Episode 4: What’s “normal,” really?

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Sorry about the missed week, fellow puzzlers — real life, and all that — I’ll try not to let it happen again.

Anyway, let’s get right to this week’s question. A few weeks ago, I posted a scavenger hunt for public data (answers); today we’ll return to dealing with that data.

Of course, finding a viable source of data is only the first step; once you’ve figured out what to use, you have to figure out how to use it. Since I’m a certified database geek, the first thing I do once I’ve got some sweet data in hand is start thinking about database design.

When we talk database design, we’re usually talking about formal database normalization, and specifically first, second, and third normal forms. Although I’ll be the first to admit that often formal normalization needs to take a back seat to pragmatic design or performance requirements, we’ll ignore that big caveat this week and plunge ahead.

Here, again, are the five data sources we located in the scavenger hunt:

  1. Nutritional content of food from the USDA.
  2. (Links to) population demographics of every major city in the US, courtesy of the US Census Bureau.
  3. The latest SEC filings (in RSS, no less) straight from the horse’s mouth.
  4. Historical gas prices, from the Energy Information Administration (which I had never heard of until writing this quiz).
  5. Juvenile arrest rates from the Office of Juvenile Justice and Delinquency Prevention (part of the Department of Justice).

So, which normal form are each of these sources in (and why)?

We’ll discuss the answers and a bit more about the implications of database normalization this weekend.

Bonus challenge!

For an extra challenge, pick one of the sources and define a fully normalized (i.e. 3NF) schema for it. There’s not in any way a “right” answer here, but if anyone’s brave enough to post their schemas, I’ll critique ‘em when we go over the answers.

Got a question of your own?

As always, if you’ve got a question, puzzle, or challenge that you think would make a good question for this quiz, email me at jacob -at- jacobian.org.

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  • malikyte

    I’m extremely glad to see the previous comment(s) were erased. Just because one person doesn’t understand something does not mean it isn’t important to others…

    I never realized how difficult reverse engineering a schema could be to determine what the actual field names (the only identifiable description, unless I go through the related documentation, if any exist) truly mean. If nothing else, I’ve learned that using fully descriptive names for fields and tables is important.

    I’m just going to quickly skim through these. Taking a look at the Nutritional content of food‘s Access database, I’m thinking that it’s in 3rd normal form. There are relationships and even (it appears) lookup tables. Without fully studying the fields and their related information, I won’t be sure what form it’s in, but I’ll assume 3rd. I did not look at the ASCII files, but did see that each file apparently represented a table, so they too would (I assume) be in 3rd normal form.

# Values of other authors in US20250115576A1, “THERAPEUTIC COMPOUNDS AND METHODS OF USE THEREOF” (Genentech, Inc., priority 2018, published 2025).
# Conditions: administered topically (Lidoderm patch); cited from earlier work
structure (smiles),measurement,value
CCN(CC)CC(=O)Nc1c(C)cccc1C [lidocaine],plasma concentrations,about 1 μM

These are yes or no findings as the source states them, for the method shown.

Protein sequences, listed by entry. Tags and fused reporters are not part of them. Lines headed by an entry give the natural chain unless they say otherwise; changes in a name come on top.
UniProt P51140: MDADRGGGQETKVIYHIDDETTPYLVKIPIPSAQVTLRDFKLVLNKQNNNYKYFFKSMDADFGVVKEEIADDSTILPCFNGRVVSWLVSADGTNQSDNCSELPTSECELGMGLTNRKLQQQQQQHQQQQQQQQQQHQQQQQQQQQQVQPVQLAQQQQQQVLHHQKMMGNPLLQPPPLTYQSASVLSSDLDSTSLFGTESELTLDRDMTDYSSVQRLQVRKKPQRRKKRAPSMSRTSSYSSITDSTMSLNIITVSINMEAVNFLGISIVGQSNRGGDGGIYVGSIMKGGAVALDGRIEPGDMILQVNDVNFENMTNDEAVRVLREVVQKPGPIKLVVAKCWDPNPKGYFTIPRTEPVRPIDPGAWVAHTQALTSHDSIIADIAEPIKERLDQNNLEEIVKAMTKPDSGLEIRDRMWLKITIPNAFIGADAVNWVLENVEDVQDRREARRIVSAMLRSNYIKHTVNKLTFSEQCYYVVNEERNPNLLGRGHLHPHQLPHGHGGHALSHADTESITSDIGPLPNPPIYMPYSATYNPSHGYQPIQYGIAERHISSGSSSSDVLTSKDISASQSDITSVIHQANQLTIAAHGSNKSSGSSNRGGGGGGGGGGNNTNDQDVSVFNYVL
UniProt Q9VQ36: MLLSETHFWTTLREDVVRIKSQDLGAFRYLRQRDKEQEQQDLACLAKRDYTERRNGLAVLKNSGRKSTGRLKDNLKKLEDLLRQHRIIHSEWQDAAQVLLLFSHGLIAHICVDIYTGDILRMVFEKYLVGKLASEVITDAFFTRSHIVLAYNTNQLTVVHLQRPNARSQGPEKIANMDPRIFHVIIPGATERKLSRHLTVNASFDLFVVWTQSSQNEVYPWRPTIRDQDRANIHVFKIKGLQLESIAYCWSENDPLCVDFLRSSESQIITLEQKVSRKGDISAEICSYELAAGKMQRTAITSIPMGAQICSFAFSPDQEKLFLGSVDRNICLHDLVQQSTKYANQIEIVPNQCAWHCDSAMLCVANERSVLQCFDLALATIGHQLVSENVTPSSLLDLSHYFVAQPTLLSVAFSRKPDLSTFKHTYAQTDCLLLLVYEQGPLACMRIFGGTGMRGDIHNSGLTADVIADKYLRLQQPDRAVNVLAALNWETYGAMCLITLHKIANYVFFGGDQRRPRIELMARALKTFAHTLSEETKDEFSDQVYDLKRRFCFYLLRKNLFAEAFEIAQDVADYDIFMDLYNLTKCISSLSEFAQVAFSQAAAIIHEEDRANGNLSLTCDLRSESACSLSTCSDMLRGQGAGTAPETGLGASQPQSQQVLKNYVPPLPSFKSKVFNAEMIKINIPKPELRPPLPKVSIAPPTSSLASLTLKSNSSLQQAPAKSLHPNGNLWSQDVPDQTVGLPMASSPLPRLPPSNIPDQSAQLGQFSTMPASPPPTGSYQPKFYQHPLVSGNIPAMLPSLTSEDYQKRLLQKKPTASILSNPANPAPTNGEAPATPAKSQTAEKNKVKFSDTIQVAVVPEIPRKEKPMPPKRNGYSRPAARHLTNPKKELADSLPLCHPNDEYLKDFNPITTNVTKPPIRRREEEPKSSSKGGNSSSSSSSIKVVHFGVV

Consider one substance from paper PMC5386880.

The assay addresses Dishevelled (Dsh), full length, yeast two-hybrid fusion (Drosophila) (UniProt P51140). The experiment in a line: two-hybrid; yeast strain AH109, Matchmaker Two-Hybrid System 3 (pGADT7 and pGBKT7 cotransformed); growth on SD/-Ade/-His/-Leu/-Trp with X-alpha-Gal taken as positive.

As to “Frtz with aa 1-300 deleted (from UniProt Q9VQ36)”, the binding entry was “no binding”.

I’m not even sure if the population demographics meets the requirements of the first normal form. They are separated by State from the index page, but after that they are simply zipped CSV files (at first glance).

    I’ve no idea on the SEC filings…
    I’ve also no idea on the gas prices (can’t understand Excel being in any form), but the link is pointing incorrectly. :)
    Juvenile arrest rates, also a spreadsheet…

    Most of these sites I would probably screenscrape and create my own database schema, using only the information I’d need, dropping anything that seemed unnecessary for the task at hand. Unfortunately, I can’t figure out what normal form they’re in. :(

  • http://www.xhtmlcoder.com/ xhtmlcoder

    They should be 1NF at a minimum if they are in ‘database format’ but it appeared some were not. Although it may be possible to normalise some of the data.

    No 4. malformed URL and I assume it is supposed to go: tonto.eia.doe

    If they are using databases; most people usually create a relational database to at least 3NF if they want integrity. The largest Relational Database I ever did was a College Computer Fault network tracking database.

    Well, when I opened the monster 77 MB sr19 Access database it looked like they had attempted to separate the data but had not actually added the relationships or fully completed normalisation of several of the tables, since there were missing primary keys, etc.